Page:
One of the best things you can do to drive down Support load is to help customers help themselves. At this stage of startup, it’s reasonable for Support to own a public-facing FAQ and KB and the content and the workflow should look something like this:
- Any question that comes to Support repeatedly needs a canned response
- Any canned response that is used regularly needs a FAQ/KB article
- If the same question is still coming in product needs to:
- First link to the FAQ/KB at the appropriate place in the product
- Then fix the awkward workflow with something that doesn’t confuse customers
The Support Product
Around this time, you want to start thinking about what your Support product line is. Do you want to profit from Support or is it a cost center? Do you have tiers? What sort of service levels can you commit to? What do your customers need?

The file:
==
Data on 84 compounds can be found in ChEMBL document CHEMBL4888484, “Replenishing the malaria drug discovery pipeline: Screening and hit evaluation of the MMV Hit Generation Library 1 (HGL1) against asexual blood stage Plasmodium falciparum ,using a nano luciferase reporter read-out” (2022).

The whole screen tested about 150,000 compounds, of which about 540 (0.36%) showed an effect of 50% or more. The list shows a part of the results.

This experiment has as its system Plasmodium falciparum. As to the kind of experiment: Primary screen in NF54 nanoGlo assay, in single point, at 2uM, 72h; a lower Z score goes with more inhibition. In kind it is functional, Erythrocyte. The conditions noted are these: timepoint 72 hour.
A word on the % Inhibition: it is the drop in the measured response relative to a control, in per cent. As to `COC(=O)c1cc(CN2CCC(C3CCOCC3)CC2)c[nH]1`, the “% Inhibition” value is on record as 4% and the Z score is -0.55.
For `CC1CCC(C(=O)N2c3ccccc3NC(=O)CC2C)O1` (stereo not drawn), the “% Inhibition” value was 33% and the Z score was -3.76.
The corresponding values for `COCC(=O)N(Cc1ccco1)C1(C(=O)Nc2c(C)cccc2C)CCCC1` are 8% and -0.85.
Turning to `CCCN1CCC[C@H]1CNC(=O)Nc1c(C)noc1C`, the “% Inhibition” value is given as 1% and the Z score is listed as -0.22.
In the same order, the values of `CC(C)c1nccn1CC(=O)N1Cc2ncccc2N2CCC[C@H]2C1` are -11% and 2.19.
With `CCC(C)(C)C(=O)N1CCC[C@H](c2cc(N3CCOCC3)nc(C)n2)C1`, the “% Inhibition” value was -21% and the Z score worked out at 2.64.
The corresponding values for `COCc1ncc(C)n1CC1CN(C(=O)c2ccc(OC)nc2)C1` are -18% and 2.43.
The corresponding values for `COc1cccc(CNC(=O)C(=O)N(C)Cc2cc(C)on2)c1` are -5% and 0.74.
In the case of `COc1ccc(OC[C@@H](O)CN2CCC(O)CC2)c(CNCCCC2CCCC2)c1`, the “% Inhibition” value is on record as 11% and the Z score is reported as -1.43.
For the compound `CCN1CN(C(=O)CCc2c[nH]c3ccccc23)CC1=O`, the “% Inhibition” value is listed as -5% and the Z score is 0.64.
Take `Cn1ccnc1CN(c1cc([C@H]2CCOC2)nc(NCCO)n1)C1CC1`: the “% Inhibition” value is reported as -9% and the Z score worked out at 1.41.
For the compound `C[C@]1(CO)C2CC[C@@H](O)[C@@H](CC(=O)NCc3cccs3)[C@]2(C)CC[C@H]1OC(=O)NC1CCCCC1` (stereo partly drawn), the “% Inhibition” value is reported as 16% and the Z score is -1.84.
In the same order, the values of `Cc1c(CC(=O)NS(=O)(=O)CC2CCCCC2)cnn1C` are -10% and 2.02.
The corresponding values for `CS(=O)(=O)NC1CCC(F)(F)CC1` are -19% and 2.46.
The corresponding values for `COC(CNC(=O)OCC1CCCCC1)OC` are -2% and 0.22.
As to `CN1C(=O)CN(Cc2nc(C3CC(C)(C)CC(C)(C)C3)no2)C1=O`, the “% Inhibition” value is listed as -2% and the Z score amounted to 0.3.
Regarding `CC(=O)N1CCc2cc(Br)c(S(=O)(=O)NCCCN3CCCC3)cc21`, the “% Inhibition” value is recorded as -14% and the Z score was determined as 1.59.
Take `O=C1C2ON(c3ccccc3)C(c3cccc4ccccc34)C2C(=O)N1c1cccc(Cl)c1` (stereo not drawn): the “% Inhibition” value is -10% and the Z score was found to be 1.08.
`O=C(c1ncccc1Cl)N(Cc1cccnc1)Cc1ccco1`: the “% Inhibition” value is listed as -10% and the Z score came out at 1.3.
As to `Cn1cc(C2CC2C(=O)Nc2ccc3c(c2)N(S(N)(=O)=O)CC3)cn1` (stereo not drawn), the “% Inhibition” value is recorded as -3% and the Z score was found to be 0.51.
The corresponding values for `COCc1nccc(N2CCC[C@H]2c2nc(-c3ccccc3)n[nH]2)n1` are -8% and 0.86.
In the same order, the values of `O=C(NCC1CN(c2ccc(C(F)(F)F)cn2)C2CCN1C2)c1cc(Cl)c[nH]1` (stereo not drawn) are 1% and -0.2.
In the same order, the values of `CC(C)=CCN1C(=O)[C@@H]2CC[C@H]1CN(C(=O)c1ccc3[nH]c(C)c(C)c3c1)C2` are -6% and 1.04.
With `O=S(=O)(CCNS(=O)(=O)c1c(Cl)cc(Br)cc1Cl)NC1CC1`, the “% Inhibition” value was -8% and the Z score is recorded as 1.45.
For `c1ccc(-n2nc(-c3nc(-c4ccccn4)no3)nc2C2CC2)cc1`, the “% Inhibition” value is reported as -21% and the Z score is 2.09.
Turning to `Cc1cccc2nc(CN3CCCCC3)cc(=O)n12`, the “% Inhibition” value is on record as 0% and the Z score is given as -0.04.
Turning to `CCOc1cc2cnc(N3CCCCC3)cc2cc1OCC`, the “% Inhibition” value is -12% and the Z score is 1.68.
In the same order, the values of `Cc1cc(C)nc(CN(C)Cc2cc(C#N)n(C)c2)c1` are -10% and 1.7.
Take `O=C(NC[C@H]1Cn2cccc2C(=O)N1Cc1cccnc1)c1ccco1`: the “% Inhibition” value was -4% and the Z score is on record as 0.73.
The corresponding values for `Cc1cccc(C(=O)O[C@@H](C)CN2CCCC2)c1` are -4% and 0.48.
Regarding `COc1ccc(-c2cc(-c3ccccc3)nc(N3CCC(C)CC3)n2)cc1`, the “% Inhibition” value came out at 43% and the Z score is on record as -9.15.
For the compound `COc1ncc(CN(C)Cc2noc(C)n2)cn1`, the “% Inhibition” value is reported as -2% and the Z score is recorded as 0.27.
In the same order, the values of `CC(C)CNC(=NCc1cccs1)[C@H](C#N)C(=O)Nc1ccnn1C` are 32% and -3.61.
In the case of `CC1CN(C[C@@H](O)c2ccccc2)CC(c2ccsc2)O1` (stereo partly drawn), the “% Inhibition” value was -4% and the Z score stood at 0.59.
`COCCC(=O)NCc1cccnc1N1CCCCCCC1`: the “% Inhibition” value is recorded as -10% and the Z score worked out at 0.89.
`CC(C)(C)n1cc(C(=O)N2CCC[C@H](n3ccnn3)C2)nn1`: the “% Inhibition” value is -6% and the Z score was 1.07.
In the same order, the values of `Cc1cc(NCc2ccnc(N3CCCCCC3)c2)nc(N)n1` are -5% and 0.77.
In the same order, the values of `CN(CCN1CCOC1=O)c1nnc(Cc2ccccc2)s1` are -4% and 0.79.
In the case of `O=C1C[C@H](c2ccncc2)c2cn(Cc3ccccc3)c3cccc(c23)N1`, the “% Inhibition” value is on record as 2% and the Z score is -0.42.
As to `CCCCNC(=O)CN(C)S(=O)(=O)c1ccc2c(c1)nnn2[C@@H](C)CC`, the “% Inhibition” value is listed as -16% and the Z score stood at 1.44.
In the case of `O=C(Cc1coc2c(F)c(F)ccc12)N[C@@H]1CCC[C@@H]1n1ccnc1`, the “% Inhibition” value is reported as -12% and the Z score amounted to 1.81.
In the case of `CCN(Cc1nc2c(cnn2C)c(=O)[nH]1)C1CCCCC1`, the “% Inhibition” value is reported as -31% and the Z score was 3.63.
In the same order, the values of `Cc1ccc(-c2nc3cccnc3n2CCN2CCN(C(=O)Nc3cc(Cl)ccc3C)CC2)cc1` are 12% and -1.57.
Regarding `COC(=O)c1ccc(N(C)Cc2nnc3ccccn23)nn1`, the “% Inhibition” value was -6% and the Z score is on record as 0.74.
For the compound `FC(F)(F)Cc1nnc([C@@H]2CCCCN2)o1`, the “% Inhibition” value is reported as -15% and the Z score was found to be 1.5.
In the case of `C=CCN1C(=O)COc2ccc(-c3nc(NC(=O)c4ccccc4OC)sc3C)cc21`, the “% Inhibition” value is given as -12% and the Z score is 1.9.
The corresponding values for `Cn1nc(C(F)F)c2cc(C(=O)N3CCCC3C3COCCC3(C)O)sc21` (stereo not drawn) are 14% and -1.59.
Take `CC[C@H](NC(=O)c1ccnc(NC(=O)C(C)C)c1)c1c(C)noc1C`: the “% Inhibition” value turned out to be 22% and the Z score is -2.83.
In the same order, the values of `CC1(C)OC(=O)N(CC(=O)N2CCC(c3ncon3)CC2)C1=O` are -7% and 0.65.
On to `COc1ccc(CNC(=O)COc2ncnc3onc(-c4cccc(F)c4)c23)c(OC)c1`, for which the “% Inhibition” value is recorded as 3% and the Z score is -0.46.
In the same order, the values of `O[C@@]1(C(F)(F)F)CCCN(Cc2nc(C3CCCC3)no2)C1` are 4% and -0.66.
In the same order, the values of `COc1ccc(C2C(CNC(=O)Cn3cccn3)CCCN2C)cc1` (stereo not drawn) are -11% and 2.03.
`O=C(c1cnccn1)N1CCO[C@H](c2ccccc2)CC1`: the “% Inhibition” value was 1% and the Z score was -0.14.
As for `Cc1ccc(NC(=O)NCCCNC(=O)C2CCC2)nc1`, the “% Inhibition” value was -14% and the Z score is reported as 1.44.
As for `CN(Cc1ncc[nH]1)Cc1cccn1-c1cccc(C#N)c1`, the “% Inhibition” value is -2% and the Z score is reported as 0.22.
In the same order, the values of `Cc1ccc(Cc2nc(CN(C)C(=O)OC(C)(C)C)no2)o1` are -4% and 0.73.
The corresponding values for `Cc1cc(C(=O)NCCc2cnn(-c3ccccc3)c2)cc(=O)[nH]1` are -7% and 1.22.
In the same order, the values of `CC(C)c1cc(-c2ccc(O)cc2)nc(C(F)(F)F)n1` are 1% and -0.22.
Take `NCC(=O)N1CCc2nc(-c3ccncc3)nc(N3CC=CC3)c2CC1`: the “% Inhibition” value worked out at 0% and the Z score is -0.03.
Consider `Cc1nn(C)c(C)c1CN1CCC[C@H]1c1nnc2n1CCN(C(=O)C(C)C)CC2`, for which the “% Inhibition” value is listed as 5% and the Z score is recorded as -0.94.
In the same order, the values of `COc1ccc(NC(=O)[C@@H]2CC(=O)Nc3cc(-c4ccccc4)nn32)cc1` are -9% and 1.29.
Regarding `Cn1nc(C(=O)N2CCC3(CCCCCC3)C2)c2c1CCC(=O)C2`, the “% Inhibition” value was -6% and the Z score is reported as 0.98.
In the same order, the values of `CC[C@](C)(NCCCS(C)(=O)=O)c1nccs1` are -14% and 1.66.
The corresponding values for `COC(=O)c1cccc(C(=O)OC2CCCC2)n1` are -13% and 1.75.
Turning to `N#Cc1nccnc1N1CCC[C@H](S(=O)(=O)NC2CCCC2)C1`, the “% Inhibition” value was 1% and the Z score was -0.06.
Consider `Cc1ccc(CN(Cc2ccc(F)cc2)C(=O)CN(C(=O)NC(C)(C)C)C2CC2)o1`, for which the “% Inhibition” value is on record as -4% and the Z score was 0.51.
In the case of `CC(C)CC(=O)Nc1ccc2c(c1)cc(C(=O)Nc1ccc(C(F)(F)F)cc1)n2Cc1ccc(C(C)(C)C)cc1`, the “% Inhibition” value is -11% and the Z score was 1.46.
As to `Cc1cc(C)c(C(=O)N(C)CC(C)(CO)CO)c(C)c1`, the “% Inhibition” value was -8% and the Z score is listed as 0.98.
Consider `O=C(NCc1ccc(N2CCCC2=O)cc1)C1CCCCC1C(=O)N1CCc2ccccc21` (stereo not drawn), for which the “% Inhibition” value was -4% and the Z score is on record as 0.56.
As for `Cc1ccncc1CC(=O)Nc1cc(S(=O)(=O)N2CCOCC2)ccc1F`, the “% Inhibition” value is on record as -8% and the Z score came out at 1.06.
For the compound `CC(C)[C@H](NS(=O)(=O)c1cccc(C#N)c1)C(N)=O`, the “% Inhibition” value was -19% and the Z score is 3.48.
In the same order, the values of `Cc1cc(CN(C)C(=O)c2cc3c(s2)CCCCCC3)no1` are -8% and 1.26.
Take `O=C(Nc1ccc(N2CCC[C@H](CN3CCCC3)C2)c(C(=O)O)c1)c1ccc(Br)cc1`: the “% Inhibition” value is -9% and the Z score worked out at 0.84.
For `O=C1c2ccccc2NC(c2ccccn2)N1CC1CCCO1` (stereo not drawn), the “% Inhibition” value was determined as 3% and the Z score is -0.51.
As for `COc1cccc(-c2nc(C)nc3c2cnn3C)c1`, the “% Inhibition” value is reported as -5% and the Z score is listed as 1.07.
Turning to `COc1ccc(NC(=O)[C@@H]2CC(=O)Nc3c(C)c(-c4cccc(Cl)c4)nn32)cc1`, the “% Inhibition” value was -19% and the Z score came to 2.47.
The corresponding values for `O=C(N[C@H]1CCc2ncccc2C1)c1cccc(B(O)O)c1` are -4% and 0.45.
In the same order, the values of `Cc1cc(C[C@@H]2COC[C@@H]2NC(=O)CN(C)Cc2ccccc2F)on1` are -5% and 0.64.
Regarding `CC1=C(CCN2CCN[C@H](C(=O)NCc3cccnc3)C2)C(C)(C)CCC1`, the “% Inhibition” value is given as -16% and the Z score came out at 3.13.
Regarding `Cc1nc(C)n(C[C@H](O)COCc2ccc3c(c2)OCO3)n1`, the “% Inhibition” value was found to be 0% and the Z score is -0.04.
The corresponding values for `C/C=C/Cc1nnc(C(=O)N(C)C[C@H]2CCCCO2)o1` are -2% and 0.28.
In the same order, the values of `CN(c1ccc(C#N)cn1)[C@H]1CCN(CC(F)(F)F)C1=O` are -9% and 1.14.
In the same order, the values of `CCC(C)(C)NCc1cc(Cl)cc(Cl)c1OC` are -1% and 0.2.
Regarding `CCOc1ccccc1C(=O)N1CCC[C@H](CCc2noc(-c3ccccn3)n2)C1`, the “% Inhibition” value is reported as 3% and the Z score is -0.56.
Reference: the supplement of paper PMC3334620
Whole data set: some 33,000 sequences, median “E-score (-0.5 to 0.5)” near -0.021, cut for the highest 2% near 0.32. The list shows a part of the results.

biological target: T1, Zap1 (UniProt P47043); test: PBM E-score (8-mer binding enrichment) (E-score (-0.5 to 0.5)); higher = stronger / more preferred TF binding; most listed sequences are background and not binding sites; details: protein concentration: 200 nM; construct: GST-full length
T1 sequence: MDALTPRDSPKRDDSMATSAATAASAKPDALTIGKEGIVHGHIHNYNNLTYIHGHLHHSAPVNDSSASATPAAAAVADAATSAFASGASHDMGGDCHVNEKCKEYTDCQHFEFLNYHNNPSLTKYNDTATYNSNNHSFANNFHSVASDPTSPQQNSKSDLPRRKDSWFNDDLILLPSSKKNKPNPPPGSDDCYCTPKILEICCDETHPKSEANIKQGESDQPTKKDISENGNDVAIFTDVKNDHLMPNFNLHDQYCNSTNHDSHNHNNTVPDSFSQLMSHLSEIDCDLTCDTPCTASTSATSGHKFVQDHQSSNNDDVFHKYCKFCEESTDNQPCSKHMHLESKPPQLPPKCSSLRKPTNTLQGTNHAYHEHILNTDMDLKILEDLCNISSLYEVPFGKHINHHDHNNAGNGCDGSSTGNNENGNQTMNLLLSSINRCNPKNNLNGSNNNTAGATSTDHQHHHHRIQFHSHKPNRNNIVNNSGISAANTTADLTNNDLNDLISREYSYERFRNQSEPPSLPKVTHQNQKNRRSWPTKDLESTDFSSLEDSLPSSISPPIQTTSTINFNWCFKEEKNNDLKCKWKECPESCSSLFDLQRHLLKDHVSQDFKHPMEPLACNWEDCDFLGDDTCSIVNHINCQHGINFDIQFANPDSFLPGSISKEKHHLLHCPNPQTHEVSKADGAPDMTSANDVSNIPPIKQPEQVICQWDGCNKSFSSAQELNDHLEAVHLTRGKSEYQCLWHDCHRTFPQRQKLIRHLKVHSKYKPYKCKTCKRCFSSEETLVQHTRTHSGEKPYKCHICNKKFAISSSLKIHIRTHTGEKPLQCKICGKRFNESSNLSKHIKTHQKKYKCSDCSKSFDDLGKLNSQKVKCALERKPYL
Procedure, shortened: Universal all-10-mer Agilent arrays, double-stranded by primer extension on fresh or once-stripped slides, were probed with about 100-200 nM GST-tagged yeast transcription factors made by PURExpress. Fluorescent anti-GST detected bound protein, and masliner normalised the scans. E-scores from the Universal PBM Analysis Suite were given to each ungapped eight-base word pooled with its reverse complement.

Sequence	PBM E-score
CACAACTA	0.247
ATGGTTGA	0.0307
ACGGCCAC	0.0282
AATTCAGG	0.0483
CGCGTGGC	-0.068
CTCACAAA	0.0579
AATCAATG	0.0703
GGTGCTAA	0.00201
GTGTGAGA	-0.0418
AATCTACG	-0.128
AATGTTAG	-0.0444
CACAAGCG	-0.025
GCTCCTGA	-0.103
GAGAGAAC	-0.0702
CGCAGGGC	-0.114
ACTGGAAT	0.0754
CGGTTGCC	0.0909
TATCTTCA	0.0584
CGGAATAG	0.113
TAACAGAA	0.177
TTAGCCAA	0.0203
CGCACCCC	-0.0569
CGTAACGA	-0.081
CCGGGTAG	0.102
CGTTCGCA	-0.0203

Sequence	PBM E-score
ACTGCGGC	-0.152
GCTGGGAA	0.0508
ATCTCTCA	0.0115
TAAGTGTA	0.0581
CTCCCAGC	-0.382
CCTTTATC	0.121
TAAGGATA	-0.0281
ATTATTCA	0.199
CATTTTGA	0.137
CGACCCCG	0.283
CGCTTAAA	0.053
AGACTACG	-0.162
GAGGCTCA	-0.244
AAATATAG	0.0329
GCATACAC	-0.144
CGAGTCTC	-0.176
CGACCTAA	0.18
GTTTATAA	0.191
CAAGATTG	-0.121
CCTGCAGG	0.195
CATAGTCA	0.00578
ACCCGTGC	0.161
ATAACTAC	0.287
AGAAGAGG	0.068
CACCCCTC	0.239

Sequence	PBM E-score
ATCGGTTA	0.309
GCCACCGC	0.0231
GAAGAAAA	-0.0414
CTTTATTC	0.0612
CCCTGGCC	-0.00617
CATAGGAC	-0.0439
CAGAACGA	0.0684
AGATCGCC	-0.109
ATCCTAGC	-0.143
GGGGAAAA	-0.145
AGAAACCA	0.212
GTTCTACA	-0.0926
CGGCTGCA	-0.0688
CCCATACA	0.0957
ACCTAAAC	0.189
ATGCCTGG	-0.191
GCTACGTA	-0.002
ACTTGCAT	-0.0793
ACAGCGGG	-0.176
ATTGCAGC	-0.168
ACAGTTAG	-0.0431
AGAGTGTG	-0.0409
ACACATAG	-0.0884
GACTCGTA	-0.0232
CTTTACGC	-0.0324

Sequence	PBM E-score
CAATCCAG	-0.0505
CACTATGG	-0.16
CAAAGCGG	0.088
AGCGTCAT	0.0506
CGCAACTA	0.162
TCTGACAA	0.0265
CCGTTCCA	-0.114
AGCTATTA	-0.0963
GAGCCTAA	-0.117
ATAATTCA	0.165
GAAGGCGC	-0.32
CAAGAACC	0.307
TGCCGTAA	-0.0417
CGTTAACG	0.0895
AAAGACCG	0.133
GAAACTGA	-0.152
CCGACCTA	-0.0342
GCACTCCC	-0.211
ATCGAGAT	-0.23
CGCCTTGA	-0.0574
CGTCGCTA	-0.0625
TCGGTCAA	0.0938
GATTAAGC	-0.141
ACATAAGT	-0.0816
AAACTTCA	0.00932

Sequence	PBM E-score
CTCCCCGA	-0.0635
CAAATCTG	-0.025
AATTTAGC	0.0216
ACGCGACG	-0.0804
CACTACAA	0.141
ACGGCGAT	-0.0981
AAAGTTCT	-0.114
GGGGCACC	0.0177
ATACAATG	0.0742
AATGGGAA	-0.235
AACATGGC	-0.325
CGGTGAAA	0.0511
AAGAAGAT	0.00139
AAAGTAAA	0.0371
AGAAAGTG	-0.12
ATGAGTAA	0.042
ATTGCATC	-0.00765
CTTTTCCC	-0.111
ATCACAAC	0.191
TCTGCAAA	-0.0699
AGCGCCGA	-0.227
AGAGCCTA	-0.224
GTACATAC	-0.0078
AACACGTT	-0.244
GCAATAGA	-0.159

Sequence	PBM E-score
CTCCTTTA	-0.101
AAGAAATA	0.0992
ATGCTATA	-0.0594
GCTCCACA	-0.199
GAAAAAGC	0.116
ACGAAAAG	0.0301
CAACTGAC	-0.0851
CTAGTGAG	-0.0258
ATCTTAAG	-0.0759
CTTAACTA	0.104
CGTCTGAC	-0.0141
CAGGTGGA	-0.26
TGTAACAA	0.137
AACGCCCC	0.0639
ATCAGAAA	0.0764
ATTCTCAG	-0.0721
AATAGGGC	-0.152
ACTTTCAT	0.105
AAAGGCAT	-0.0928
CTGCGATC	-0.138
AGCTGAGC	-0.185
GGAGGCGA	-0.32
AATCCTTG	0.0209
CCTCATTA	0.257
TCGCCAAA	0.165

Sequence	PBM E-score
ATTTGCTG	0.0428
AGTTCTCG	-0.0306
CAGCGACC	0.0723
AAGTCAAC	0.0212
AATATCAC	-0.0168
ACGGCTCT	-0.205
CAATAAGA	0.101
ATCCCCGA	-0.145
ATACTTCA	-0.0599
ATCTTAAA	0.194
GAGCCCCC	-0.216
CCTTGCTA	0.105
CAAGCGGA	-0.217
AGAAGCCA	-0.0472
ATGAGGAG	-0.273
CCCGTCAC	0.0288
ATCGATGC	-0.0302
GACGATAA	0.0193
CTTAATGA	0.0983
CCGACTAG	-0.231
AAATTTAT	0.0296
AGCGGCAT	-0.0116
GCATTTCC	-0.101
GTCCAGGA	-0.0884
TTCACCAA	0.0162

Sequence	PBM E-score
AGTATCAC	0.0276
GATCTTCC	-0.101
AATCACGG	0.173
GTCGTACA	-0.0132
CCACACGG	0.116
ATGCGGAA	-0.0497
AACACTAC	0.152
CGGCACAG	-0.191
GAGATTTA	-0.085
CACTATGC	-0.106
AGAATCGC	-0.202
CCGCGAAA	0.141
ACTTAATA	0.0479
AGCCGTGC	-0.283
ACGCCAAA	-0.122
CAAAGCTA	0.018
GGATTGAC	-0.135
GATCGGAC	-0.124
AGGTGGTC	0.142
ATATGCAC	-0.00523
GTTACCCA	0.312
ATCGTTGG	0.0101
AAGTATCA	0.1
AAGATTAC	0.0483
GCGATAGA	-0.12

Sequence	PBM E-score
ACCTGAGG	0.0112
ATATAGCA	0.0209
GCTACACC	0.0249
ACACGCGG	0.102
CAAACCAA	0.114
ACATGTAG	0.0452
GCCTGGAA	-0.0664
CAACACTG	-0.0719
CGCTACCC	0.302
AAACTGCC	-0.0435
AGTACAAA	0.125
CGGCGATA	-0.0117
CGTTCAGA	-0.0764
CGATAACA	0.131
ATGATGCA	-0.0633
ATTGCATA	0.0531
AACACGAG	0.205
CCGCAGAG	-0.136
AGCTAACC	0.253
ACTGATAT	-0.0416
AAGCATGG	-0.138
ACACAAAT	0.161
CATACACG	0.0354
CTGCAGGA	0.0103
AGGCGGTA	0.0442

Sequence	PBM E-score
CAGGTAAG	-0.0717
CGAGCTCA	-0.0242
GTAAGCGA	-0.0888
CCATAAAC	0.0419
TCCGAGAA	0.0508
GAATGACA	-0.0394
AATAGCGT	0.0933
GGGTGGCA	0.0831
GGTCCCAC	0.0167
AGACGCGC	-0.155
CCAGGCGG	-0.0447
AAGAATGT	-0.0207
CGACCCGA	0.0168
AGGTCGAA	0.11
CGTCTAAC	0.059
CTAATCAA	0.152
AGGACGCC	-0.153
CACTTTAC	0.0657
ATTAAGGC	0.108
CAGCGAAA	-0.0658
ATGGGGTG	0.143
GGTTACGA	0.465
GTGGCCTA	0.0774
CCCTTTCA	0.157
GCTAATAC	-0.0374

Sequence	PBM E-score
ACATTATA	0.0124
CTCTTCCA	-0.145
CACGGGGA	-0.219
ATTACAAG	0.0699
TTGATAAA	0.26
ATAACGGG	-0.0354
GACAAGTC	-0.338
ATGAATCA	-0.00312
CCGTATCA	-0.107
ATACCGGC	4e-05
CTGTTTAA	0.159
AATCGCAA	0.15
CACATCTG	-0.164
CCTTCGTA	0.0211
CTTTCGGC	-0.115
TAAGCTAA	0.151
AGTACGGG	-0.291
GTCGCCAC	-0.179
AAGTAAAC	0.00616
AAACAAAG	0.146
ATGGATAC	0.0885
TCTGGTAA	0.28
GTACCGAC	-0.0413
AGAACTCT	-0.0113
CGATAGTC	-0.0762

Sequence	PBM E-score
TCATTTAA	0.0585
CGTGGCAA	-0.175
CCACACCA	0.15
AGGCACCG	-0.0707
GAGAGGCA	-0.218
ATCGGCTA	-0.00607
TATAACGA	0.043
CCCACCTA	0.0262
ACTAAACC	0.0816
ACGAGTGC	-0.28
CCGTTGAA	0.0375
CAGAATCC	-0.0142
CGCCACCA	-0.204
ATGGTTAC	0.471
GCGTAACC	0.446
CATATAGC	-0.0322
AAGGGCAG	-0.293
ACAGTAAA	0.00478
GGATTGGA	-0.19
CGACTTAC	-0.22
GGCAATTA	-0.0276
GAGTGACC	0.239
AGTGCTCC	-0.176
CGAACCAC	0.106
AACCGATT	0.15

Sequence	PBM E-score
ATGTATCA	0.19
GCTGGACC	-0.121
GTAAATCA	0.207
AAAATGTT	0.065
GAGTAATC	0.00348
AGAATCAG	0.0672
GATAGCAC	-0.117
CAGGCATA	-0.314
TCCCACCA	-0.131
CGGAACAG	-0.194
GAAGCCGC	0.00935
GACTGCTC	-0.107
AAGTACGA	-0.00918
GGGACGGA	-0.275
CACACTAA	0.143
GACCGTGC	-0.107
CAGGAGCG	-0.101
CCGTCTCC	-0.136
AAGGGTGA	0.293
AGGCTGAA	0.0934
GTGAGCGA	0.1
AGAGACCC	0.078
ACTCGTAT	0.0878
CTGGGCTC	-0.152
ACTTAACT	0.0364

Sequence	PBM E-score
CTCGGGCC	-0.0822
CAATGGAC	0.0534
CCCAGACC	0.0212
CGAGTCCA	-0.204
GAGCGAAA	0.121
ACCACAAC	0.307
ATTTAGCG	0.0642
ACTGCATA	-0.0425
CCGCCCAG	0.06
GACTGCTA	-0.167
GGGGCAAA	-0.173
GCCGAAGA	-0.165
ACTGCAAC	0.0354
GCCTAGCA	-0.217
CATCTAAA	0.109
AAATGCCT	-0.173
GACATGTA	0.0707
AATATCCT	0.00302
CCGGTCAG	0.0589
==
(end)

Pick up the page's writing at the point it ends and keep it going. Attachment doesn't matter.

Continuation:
I’ve found that early in the Support product lifecycle, it makes sense to have three offerings:
|Basic||Best Effort||Included with product|
|Plus||8x5 1-day first response||Inexpensive|
|Premium||24x7 1-hour first response||Very expensive|
In addition to your other responsibilities, you are personally going to be the after-hours coverage for anyone on the Premium tier, so you want it to be cost prohibitive. If you get substantial adoption anyway, you’ll have the run-rate to justify headcount.
Assuming you get Premium adoption, you want to start that suborg quickly so it can adapt to your critical early strategic customers without you having to micromanage it. This is a good place to task your third hire. While the first two engineers are handling the Basic and Plus caseload, you and your third hire should work Premium tickets while you’re hire develops the Premium program with your assistance.
You’ll want to stay directly involved in hiring until the Premium organization has a handfull of TAMs and Enterprise Engineers who have been around a while. At that point, you can pull back and let the leader your hired run with it.